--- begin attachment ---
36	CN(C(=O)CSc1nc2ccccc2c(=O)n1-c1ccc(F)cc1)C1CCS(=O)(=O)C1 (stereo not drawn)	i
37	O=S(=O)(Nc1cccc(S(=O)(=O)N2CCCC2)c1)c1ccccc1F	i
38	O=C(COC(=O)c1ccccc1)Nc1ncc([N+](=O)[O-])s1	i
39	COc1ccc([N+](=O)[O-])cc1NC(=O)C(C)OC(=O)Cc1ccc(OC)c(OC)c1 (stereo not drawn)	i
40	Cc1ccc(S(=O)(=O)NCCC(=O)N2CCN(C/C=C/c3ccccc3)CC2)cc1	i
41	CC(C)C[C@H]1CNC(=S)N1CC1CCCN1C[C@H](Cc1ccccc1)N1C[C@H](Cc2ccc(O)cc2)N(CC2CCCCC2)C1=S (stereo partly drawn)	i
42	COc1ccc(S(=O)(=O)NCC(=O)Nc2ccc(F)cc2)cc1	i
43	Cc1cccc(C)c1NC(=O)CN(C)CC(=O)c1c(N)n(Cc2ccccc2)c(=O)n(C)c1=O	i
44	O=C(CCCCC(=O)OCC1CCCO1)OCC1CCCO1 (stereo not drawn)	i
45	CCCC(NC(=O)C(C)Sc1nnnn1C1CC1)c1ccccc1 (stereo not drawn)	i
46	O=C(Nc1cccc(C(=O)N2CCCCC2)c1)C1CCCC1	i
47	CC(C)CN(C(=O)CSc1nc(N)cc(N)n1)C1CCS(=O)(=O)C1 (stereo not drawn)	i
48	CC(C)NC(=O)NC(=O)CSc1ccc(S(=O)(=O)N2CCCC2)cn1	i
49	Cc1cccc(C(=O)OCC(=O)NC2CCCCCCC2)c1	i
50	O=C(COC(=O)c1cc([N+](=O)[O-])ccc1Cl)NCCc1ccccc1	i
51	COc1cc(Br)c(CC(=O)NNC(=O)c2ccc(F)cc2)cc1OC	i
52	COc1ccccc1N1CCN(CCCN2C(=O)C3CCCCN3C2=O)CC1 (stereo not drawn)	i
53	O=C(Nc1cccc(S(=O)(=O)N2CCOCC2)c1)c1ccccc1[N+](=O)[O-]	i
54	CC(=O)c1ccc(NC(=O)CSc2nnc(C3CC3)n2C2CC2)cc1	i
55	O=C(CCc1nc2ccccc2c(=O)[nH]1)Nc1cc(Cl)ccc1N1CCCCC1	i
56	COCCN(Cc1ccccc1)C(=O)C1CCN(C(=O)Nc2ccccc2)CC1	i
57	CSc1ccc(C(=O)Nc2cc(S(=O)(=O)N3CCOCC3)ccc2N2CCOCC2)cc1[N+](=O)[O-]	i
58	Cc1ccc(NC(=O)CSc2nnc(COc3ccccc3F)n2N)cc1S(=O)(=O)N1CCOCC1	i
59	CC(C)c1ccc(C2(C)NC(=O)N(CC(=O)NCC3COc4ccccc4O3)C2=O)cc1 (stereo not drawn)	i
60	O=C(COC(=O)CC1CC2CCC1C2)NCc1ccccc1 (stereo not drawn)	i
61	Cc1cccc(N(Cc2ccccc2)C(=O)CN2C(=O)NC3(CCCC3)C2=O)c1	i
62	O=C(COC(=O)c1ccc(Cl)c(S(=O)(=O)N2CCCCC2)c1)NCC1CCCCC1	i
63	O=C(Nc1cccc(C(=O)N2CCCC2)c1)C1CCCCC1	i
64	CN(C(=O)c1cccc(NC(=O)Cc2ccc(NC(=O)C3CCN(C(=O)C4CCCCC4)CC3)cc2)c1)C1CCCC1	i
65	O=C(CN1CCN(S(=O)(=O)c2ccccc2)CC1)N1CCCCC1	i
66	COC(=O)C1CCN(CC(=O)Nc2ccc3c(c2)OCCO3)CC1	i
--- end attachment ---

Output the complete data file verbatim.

36	CN(C(=O)CSc1nc2ccccc2c(=O)n1-c1ccc(F)cc1)C1CCS(=O)(=O)C1 (stereo not drawn)	i
37	O=S(=O)(Nc1cccc(S(=O)(=O)N2CCCC2)c1)c1ccccc1F	i
38	O=C(COC(=O)c1ccccc1)Nc1ncc([N+](=O)[O-])s1	i
39	COc1ccc([N+](=O)[O-])cc1NC(=O)C(C)OC(=O)Cc1ccc(OC)c(OC)c1 (stereo not drawn)	i
40	Cc1ccc(S(=O)(=O)NCCC(=O)N2CCN(C/C=C/c3ccccc3)CC2)cc1	i
41	CC(C)C[C@H]1CNC(=S)N1CC1CCCN1C[C@H](Cc1ccccc1)N1C[C@H](Cc2ccc(O)cc2)N(CC2CCCCC2)C1=S (stereo partly drawn)	i
42	COc1ccc(S(=O)(=O)NCC(=O)Nc2ccc(F)cc2)cc1	i
43	Cc1cccc(C)c1NC(=O)CN(C)CC(=O)c1c(N)n(Cc2ccccc2)c(=O)n(C)c1=O	i
44	O=C(CCCCC(=O)OCC1CCCO1)OCC1CCCO1 (stereo not drawn)	i
45	CCCC(NC(=O)C(C)Sc1nnnn1C1CC1)c1ccccc1 (stereo not drawn)	i
46	O=C(Nc1cccc(C(=O)N2CCCCC2)c1)C1CCCC1	i
47	CC(C)CN(C(=O)CSc1nc(N)cc(N)n1)C1CCS(=O)(=O)C1 (stereo not drawn)	i
48	CC(C)NC(=O)NC(=O)CSc1ccc(S(=O)(=O)N2CCCC2)cn1	i
49	Cc1cccc(C(=O)OCC(=O)NC2CCCCCCC2)c1	i
50	O=C(COC(=O)c1cc([N+](=O)[O-])ccc1Cl)NCCc1ccccc1	i
51	COc1cc(Br)c(CC(=O)NNC(=O)c2ccc(F)cc2)cc1OC	i
52	COc1ccccc1N1CCN(CCCN2C(=O)C3CCCCN3C2=O)CC1 (stereo not drawn)	i
53	O=C(Nc1cccc(S(=O)(=O)N2CCOCC2)c1)c1ccccc1[N+](=O)[O-]	i
54	CC(=O)c1ccc(NC(=O)CSc2nnc(C3CC3)n2C2CC2)cc1	i
55	O=C(CCc1nc2ccccc2c(=O)[nH]1)Nc1cc(Cl)ccc1N1CCCCC1	i
56	COCCN(Cc1ccccc1)C(=O)C1CCN(C(=O)Nc2ccccc2)CC1	i
57	CSc1ccc(C(=O)Nc2cc(S(=O)(=O)N3CCOCC3)ccc2N2CCOCC2)cc1[N+](=O)[O-]	i
58	Cc1ccc(NC(=O)CSc2nnc(COc3ccccc3F)n2N)cc1S(=O)(=O)N1CCOCC1	i
59	CC(C)c1ccc(C2(C)NC(=O)N(CC(=O)NCC3COc4ccccc4O3)C2=O)cc1 (stereo not drawn)	i
60	O=C(COC(=O)CC1CC2CCC1C2)NCc1ccccc1 (stereo not drawn)	i
61	Cc1cccc(N(Cc2ccccc2)C(=O)CN2C(=O)NC3(CCCC3)C2=O)c1	i
62	O=C(COC(=O)c1ccc(Cl)c(S(=O)(=O)N2CCCCC2)c1)NCC1CCCCC1	i
63	O=C(Nc1cccc(C(=O)N2CCCC2)c1)C1CCCCC1	i
64	CN(C(=O)c1cccc(NC(=O)Cc2ccc(NC(=O)C3CCN(C(=O)C4CCCCC4)CC3)cc2)c1)C1CCCC1	i
65	O=C(CN1CCN(S(=O)(=O)c2ccccc2)CC1)N1CCCCC1	i
66	COC(=O)C1CCN(CC(=O)Nc2ccc3c(c2)OCCO3)CC1	i